Quoting the Indian Council of Medical Research (ICMR), the experts said approximately eight lakh cases are diagnosed each year, out of which 5.5 lakh cases are of head and neck cancer.
"Primarily a lifestyle-related disease, such cancer is highly preventable. As much as 80 per cent of the causation is attributed to tobacco consumption, while 75 per cent is due to alcohol," said Alok Thakar, Professor of Otolaryngology and Head Neck Surgery at the All India Institute of Medical Sciences (AIIMS).
He was speaking at the ongoing conference on head and neck cancer organised by the International Federation of Head and Neck Oncology Societies in collaboration with the Foundation for Head and Neck Oncology (FHNO).
Thakar said Dietary deficiencies, primarily of Vitamin A, B, C, E iron, Selenium, and lack of regular intake of fresh fruits, dietary fibres, fish, milk and dairy products are independent risk factors for the rising cases.
"Despite great advancements in this speciality, the management of Head and Neck cancers still remain a problematic and intriguing issue due to the complex anatomy of the various sites. Even each subsite in a particular area behave very differently. Cheek cancer is biologically different from a tongue carcinoma, while a jaw tumour will behave differently from a palatal cancer though all belong to the oral cavity," said Anil D' Cruz, Director of Mumbai-based Tata Memorial Centre.
According to the experts, in the past one decade there has been a lot of improvement in the treatment of head and neck cancers.
"Cure rates have improved. There has been improvement in the quality of life of the survivors. Improvement in the surgical techniques have made large extirpation possible. Minimally invasive techniques such as the use of Laser and Robotics have made surgically inaccessible areas more accessible," said D Cruz.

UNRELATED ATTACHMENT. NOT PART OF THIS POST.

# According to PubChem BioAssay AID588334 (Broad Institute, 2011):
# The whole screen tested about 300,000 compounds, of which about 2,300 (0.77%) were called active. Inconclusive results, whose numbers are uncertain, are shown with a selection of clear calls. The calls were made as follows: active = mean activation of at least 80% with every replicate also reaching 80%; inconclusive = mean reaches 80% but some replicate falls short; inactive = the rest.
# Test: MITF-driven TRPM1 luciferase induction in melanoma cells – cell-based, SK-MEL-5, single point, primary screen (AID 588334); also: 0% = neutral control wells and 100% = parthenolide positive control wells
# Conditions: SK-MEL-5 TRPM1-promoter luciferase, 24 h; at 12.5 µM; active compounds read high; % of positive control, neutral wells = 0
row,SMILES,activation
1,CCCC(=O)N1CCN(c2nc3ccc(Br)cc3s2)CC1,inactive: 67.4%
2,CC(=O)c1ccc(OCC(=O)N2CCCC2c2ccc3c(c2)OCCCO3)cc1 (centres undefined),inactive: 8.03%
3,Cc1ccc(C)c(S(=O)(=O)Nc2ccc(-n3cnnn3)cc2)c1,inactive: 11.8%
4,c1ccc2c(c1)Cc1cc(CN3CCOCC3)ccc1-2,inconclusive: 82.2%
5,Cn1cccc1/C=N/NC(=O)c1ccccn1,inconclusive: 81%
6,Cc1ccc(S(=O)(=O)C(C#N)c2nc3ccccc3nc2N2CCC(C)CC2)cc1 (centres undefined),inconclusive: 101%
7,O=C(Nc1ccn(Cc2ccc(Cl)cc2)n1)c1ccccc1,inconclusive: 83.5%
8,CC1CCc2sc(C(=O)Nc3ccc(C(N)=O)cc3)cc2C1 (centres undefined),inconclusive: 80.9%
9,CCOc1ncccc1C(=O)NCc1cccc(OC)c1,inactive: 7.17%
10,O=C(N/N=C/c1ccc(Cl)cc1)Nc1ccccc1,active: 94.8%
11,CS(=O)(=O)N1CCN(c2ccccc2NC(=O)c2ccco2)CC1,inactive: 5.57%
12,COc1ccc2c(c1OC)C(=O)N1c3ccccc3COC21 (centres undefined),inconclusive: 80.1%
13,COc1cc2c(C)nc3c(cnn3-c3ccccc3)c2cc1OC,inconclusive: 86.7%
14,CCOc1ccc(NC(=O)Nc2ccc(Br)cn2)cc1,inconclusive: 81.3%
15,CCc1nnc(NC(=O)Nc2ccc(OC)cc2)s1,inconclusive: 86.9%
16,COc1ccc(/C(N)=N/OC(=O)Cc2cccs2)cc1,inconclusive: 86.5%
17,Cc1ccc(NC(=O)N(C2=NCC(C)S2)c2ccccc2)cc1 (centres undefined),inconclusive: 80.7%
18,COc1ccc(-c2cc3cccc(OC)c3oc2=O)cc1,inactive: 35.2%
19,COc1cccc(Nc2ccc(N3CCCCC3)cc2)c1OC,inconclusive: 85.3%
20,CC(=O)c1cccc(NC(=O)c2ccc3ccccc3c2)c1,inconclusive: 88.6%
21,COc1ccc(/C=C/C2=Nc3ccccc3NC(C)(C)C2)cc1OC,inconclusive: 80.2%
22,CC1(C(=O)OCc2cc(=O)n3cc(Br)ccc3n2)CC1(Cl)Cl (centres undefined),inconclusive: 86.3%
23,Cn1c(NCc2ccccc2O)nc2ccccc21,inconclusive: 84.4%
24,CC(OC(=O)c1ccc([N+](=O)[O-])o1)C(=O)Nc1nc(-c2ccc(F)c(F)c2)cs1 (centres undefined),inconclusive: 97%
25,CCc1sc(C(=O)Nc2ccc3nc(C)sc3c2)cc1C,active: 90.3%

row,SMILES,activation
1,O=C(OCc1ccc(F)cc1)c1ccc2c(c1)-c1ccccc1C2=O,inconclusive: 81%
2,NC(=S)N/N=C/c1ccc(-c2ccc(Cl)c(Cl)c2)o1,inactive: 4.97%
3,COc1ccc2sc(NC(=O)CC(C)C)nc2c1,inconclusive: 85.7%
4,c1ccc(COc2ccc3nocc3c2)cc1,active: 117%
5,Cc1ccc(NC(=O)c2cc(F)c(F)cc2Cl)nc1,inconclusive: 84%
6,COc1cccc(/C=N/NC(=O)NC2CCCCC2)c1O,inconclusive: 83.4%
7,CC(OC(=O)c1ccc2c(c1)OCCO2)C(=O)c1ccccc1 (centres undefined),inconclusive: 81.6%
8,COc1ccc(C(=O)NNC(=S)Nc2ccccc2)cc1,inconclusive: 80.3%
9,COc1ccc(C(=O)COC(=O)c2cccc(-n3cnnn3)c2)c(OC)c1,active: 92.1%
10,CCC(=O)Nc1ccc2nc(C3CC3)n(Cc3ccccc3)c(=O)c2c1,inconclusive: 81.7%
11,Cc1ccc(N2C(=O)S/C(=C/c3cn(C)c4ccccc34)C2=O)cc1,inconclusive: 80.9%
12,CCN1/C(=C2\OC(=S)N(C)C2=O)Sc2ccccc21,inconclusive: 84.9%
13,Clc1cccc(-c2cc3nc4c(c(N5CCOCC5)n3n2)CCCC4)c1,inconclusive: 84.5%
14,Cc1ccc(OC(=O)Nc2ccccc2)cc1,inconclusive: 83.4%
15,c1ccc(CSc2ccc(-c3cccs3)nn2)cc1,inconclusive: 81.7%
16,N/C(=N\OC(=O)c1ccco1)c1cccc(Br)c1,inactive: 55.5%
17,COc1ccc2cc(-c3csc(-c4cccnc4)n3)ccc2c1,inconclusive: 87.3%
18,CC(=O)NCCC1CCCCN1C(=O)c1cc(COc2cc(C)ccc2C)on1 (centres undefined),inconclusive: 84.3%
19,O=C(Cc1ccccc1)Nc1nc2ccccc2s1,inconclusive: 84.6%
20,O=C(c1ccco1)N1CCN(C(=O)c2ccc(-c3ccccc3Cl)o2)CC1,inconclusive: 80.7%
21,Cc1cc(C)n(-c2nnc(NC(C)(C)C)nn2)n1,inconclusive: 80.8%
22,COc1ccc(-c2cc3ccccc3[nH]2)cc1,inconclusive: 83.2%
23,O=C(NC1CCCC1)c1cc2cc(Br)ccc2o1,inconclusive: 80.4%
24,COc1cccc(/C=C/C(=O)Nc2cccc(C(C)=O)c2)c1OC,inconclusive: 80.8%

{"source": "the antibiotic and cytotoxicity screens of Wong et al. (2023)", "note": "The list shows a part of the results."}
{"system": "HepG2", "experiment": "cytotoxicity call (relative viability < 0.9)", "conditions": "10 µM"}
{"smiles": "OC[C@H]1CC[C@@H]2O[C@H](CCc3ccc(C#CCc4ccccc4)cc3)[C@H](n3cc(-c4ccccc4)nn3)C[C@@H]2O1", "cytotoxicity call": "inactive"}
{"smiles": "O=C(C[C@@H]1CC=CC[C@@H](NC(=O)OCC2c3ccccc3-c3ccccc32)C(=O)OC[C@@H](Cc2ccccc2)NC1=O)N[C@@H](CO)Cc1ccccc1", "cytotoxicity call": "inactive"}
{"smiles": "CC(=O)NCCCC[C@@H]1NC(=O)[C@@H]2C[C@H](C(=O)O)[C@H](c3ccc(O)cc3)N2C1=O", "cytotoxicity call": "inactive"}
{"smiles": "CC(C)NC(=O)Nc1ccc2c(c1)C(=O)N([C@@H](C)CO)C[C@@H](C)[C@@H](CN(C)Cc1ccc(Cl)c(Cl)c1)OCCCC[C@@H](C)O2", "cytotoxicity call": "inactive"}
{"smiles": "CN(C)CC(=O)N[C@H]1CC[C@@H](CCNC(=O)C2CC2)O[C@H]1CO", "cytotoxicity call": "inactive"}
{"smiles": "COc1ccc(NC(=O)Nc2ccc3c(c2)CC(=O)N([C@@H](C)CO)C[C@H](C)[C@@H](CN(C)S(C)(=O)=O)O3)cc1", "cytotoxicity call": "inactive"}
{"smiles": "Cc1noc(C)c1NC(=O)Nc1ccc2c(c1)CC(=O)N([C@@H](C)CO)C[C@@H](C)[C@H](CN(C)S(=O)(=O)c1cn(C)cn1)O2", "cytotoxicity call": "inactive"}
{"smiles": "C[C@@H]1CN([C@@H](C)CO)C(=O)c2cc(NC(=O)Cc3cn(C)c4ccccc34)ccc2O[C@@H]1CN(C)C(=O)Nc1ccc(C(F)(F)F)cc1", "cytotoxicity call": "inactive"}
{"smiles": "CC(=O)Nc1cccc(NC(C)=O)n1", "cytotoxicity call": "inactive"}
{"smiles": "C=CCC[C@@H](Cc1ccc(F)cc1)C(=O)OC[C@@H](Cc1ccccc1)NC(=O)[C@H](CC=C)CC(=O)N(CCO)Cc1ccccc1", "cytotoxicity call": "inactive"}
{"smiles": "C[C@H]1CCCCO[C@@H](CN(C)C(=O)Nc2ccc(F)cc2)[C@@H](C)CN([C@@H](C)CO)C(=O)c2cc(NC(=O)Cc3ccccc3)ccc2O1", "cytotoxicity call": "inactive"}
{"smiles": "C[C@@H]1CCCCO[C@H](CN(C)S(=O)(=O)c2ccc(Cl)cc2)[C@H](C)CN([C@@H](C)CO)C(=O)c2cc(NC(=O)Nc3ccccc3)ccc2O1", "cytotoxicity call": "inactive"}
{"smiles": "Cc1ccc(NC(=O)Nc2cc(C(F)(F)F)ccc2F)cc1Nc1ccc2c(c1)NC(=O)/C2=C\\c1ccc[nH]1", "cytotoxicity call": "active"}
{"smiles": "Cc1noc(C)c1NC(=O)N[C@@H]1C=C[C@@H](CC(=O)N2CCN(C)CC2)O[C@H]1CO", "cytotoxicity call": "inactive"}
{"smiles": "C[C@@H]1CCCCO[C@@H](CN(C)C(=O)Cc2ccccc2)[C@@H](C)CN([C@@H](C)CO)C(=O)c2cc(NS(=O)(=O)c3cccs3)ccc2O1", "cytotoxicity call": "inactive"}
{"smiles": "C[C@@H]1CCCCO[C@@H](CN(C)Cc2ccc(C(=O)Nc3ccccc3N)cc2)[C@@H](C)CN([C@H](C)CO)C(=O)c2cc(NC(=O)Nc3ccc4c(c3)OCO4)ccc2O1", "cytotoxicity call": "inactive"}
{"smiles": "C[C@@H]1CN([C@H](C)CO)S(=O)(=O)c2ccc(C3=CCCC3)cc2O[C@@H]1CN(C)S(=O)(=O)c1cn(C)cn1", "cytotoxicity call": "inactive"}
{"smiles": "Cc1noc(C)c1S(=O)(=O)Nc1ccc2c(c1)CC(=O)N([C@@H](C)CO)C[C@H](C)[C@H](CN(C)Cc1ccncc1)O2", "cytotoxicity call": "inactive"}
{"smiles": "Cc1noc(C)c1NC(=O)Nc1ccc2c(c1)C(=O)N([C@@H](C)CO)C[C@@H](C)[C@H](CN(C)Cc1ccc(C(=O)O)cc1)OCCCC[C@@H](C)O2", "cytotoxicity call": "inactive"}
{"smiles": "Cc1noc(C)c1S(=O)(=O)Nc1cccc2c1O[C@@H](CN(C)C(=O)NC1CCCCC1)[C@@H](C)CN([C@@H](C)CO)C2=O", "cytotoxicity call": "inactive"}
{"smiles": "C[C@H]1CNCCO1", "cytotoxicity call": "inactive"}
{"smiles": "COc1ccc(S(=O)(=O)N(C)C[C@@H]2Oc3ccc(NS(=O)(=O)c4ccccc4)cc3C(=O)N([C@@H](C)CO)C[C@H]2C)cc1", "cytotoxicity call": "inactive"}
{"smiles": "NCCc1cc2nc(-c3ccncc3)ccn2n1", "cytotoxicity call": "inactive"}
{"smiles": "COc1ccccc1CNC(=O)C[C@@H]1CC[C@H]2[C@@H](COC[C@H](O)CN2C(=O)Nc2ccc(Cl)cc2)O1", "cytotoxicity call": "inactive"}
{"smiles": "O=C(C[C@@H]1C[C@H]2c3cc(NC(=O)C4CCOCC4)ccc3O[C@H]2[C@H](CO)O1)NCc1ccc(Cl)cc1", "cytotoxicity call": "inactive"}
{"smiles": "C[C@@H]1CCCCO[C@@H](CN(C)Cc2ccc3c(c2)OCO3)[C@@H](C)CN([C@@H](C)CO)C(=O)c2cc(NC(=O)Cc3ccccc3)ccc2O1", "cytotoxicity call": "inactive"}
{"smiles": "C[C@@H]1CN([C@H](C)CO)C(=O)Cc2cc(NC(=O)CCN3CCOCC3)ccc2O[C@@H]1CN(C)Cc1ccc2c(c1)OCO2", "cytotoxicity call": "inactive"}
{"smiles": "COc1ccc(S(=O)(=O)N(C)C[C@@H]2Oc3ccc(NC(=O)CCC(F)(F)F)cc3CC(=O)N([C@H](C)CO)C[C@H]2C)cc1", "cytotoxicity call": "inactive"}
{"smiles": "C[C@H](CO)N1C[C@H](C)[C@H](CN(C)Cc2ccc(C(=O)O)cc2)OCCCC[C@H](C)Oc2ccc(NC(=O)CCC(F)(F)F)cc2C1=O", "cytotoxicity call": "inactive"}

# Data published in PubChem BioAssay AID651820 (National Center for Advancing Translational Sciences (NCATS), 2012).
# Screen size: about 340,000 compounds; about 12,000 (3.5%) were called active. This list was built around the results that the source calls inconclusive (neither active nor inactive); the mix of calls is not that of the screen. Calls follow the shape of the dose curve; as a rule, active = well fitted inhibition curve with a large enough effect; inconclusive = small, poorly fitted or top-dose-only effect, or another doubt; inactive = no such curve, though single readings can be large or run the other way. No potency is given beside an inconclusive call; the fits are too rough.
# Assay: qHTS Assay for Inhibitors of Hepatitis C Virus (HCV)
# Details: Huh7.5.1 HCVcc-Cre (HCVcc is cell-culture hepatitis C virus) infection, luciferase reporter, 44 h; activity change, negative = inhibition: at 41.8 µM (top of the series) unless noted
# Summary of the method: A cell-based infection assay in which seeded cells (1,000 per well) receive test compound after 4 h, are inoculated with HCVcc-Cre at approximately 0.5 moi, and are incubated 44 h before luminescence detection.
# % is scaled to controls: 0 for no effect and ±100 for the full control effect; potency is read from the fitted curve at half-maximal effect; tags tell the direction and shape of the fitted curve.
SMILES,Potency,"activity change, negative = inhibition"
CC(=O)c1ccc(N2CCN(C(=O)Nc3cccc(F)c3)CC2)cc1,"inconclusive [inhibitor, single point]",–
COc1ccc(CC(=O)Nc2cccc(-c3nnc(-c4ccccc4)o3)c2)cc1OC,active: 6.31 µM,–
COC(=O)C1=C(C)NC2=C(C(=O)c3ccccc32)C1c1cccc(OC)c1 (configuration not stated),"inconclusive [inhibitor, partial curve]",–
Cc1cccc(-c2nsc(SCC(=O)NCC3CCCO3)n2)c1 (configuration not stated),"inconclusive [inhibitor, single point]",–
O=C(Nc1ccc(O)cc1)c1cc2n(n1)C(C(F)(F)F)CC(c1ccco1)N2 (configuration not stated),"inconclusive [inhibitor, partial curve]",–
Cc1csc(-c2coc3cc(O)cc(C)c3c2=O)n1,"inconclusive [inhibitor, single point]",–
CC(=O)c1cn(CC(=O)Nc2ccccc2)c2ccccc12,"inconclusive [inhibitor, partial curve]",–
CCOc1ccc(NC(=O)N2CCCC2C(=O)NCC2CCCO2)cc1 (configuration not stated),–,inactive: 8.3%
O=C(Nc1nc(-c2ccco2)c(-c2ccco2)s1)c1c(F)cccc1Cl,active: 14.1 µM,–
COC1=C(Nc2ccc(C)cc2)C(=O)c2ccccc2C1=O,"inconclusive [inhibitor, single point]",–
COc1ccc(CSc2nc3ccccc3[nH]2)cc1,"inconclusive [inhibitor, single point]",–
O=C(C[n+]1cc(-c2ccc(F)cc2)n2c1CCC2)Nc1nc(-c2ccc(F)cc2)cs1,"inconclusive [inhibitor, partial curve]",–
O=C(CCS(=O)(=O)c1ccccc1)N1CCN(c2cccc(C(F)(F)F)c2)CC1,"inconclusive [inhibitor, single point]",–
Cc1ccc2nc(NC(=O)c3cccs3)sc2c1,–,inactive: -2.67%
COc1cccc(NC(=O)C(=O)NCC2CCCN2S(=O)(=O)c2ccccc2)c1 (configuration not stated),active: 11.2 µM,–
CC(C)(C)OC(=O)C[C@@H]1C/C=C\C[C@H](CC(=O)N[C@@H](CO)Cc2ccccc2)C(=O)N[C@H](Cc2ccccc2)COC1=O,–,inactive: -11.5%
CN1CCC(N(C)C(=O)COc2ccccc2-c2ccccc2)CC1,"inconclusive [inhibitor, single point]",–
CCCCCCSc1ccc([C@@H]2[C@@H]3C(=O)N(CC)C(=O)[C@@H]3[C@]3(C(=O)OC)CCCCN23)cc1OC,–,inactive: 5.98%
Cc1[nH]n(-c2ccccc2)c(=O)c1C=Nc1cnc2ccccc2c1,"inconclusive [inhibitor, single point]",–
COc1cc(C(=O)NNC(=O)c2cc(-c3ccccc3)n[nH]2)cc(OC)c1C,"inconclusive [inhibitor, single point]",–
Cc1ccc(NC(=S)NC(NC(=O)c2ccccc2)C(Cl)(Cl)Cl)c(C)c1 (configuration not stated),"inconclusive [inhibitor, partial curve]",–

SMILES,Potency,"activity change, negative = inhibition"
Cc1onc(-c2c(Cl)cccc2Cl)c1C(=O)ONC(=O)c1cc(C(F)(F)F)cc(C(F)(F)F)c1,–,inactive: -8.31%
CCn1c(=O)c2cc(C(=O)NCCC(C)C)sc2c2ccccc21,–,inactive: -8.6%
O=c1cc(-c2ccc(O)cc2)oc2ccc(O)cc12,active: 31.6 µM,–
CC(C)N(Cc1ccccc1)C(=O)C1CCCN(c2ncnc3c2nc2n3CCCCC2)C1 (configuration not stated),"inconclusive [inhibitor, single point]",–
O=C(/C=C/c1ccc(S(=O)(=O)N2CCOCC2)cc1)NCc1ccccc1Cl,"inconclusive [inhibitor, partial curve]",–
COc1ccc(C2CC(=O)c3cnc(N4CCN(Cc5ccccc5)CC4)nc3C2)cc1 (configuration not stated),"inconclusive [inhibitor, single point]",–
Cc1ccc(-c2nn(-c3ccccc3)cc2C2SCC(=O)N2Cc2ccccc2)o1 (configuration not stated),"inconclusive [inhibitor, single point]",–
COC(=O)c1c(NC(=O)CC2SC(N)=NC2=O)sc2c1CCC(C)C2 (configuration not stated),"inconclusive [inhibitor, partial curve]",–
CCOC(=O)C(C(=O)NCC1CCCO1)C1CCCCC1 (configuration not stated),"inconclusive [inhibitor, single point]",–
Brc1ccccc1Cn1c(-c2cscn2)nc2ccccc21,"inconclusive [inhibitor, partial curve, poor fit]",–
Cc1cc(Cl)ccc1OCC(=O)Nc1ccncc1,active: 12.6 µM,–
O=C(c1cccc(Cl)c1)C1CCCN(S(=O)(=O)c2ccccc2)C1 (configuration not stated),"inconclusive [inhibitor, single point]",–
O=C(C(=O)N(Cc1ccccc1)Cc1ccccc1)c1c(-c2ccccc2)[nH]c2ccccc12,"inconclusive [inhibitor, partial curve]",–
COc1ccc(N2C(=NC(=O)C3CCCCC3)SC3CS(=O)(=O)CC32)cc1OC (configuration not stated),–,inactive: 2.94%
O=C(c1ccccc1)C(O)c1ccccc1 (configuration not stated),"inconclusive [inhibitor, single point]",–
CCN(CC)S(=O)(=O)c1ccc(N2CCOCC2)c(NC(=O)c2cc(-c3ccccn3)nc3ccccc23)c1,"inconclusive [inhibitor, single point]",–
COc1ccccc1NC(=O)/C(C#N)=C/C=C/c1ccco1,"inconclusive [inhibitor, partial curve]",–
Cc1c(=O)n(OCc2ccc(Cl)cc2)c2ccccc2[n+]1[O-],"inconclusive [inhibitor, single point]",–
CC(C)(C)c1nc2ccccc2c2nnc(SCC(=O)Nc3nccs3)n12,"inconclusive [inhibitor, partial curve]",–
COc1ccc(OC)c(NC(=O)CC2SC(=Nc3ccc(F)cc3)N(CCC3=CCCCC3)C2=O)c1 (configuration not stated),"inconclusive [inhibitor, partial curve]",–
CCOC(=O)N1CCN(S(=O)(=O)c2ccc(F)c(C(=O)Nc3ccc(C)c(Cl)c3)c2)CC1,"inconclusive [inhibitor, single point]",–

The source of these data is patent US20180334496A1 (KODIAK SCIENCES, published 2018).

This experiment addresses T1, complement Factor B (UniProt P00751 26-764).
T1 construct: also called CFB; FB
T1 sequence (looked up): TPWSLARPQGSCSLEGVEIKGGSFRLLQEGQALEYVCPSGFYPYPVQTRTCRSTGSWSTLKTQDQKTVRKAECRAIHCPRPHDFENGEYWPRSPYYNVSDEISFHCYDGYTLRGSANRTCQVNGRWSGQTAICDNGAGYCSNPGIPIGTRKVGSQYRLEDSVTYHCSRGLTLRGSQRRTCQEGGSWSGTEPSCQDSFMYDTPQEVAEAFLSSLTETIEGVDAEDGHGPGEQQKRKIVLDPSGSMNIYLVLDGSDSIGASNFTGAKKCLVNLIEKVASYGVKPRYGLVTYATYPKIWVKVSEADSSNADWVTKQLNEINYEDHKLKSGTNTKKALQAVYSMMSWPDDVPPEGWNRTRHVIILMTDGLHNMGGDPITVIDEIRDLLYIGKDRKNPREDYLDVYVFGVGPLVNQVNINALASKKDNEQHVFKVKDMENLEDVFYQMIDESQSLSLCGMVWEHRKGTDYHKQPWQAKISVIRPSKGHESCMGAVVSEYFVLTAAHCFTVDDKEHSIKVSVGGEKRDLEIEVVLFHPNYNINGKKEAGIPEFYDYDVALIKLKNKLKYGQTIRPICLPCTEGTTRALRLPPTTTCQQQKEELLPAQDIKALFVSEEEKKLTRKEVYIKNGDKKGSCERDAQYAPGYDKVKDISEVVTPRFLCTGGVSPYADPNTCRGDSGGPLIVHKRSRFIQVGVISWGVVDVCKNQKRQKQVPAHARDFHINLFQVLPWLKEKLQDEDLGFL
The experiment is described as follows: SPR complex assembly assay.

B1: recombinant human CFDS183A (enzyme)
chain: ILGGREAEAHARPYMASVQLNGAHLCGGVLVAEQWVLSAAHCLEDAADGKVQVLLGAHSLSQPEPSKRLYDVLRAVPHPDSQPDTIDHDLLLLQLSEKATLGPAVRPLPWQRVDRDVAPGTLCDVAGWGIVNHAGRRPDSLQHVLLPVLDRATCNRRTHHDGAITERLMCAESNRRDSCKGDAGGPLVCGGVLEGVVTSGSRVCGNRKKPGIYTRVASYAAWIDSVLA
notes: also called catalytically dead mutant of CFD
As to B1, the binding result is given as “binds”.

"The advancements in MICROVASCULAR surgery has made reconstruction of large defects greatly possible which otherwise would not have been," added D' Cruz.
Among the other techniques, Radiation techniques have improved . IMRT and the IGRT technology to a great extent have reduced the complications of the treatment.
"Evolution of chemotherapy with evolution of newer drugs in the past four decades have been able to prolong the survival of the patients. Pathobiology of the head and neck tumour is now better understood. Advances in basic research in genetics and the molecular biology have made things better. Hence cancer is best treated through a multidisciplinary approach," said Prathamesh Pai, a senior oncologist from Mumbai based Tata Memorial Hospital.
During the ongoing conference, over 800 delegates from 15 countries will present their research papers on innovations in head and neck cancer.
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